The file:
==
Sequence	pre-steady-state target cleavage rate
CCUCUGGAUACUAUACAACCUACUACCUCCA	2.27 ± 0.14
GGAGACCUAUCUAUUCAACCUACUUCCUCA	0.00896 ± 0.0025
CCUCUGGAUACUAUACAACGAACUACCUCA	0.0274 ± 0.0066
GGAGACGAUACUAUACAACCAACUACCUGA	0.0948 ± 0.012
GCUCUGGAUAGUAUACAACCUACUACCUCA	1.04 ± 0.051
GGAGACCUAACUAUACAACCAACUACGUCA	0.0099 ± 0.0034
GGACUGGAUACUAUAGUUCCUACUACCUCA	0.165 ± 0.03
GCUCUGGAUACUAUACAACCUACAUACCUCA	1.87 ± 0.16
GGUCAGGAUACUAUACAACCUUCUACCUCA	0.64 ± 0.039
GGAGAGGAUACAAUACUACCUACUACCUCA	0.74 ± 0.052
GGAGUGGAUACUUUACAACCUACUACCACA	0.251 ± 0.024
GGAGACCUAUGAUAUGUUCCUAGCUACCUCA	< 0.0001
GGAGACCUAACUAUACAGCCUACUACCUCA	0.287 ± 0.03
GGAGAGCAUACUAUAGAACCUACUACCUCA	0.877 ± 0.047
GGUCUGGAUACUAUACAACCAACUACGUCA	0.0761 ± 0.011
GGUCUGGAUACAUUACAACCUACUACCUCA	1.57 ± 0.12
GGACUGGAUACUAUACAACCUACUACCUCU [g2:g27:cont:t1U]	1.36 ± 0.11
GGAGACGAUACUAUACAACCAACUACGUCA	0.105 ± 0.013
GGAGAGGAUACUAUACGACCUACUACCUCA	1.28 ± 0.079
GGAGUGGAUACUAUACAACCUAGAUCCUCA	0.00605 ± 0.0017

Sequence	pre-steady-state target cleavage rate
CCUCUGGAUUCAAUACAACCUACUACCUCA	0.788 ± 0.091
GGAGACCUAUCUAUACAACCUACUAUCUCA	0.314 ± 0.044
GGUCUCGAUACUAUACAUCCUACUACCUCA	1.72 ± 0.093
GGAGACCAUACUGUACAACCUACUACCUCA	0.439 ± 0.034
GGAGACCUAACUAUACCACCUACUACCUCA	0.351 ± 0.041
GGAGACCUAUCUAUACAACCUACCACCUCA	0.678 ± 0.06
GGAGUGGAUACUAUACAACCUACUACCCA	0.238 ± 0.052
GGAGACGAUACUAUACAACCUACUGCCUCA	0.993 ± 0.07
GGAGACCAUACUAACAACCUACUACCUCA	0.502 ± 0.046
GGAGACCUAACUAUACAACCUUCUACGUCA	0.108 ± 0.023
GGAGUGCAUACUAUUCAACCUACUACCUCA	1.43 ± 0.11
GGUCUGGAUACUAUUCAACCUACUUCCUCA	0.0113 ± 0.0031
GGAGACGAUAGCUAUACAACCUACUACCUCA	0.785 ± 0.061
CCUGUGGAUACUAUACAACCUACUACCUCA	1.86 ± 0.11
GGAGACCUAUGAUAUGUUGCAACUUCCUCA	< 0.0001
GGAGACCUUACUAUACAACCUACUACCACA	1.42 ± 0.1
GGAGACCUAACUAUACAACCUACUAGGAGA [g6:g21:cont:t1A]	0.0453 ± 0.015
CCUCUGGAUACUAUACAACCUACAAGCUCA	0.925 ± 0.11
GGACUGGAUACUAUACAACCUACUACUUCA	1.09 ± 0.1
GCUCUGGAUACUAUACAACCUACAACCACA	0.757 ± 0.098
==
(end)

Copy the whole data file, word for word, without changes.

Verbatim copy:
Sequence	pre-steady-state target cleavage rate
CCUCUGGAUACUAUACAACCUACUACCUCCA	2.27 ± 0.14
GGAGACCUAUCUAUUCAACCUACUUCCUCA	0.00896 ± 0.0025
CCUCUGGAUACUAUACAACGAACUACCUCA	0.0274 ± 0.0066
GGAGACGAUACUAUACAACCAACUACCUGA	0.0948 ± 0.012
GCUCUGGAUAGUAUACAACCUACUACCUCA	1.04 ± 0.051
GGAGACCUAACUAUACAACCAACUACGUCA	0.0099 ± 0.0034
GGACUGGAUACUAUAGUUCCUACUACCUCA	0.165 ± 0.03
GCUCUGGAUACUAUACAACCUACAUACCUCA	1.87 ± 0.16
GGUCAGGAUACUAUACAACCUUCUACCUCA	0.64 ± 0.039
GGAGAGGAUACAAUACUACCUACUACCUCA	0.74 ± 0.052
GGAGUGGAUACUUUACAACCUACUACCACA	0.251 ± 0.024
GGAGACCUAUGAUAUGUUCCUAGCUACCUCA	< 0.0001
GGAGACCUAACUAUACAGCCUACUACCUCA	0.287 ± 0.03
GGAGAGCAUACUAUAGAACCUACUACCUCA	0.877 ± 0.047
GGUCUGGAUACUAUACAACCAACUACGUCA	0.0761 ± 0.011
GGUCUGGAUACAUUACAACCUACUACCUCA	1.57 ± 0.12
GGACUGGAUACUAUACAACCUACUACCUCU [g2:g27:cont:t1U]	1.36 ± 0.11
GGAGACGAUACUAUACAACCAACUACGUCA	0.105 ± 0.013
GGAGAGGAUACUAUACGACCUACUACCUCA	1.28 ± 0.079
GGAGUGGAUACUAUACAACCUAGAUCCUCA	0.00605 ± 0.0017

Sequence	pre-steady-state target cleavage rate
CCUCUGGAUUCAAUACAACCUACUACCUCA	0.788 ± 0.091
GGAGACCUAUCUAUACAACCUACUAUCUCA	0.314 ± 0.044
GGUCUCGAUACUAUACAUCCUACUACCUCA	1.72 ± 0.093
GGAGACCAUACUGUACAACCUACUACCUCA	0.439 ± 0.034
GGAGACCUAACUAUACCACCUACUACCUCA	0.351 ± 0.041
GGAGACCUAUCUAUACAACCUACCACCUCA	0.678 ± 0.06
GGAGUGGAUACUAUACAACCUACUACCCA	0.238 ± 0.052
GGAGACGAUACUAUACAACCUACUGCCUCA	0.993 ± 0.07
GGAGACCAUACUAACAACCUACUACCUCA	0.502 ± 0.046
GGAGACCUAACUAUACAACCUUCUACGUCA	0.108 ± 0.023
GGAGUGCAUACUAUUCAACCUACUACCUCA	1.43 ± 0.11
GGUCUGGAUACUAUUCAACCUACUUCCUCA	0.0113 ± 0.0031
GGAGACGAUAGCUAUACAACCUACUACCUCA	0.785 ± 0.061
CCUGUGGAUACUAUACAACCUACUACCUCA	1.86 ± 0.11
GGAGACCUAUGAUAUGUUGCAACUUCCUCA	< 0.0001
GGAGACCUUACUAUACAACCUACUACCACA	1.42 ± 0.1
GGAGACCUAACUAUACAACCUACUAGGAGA [g6:g21:cont:t1A]	0.0453 ± 0.015
CCUCUGGAUACUAUACAACCUACAAGCUCA	0.925 ± 0.11
GGACUGGAUACUAUACAACCUACUACUUCA	1.09 ± 0.1
GCUCUGGAUACUAUACAACCUACAACCACA	0.757 ± 0.098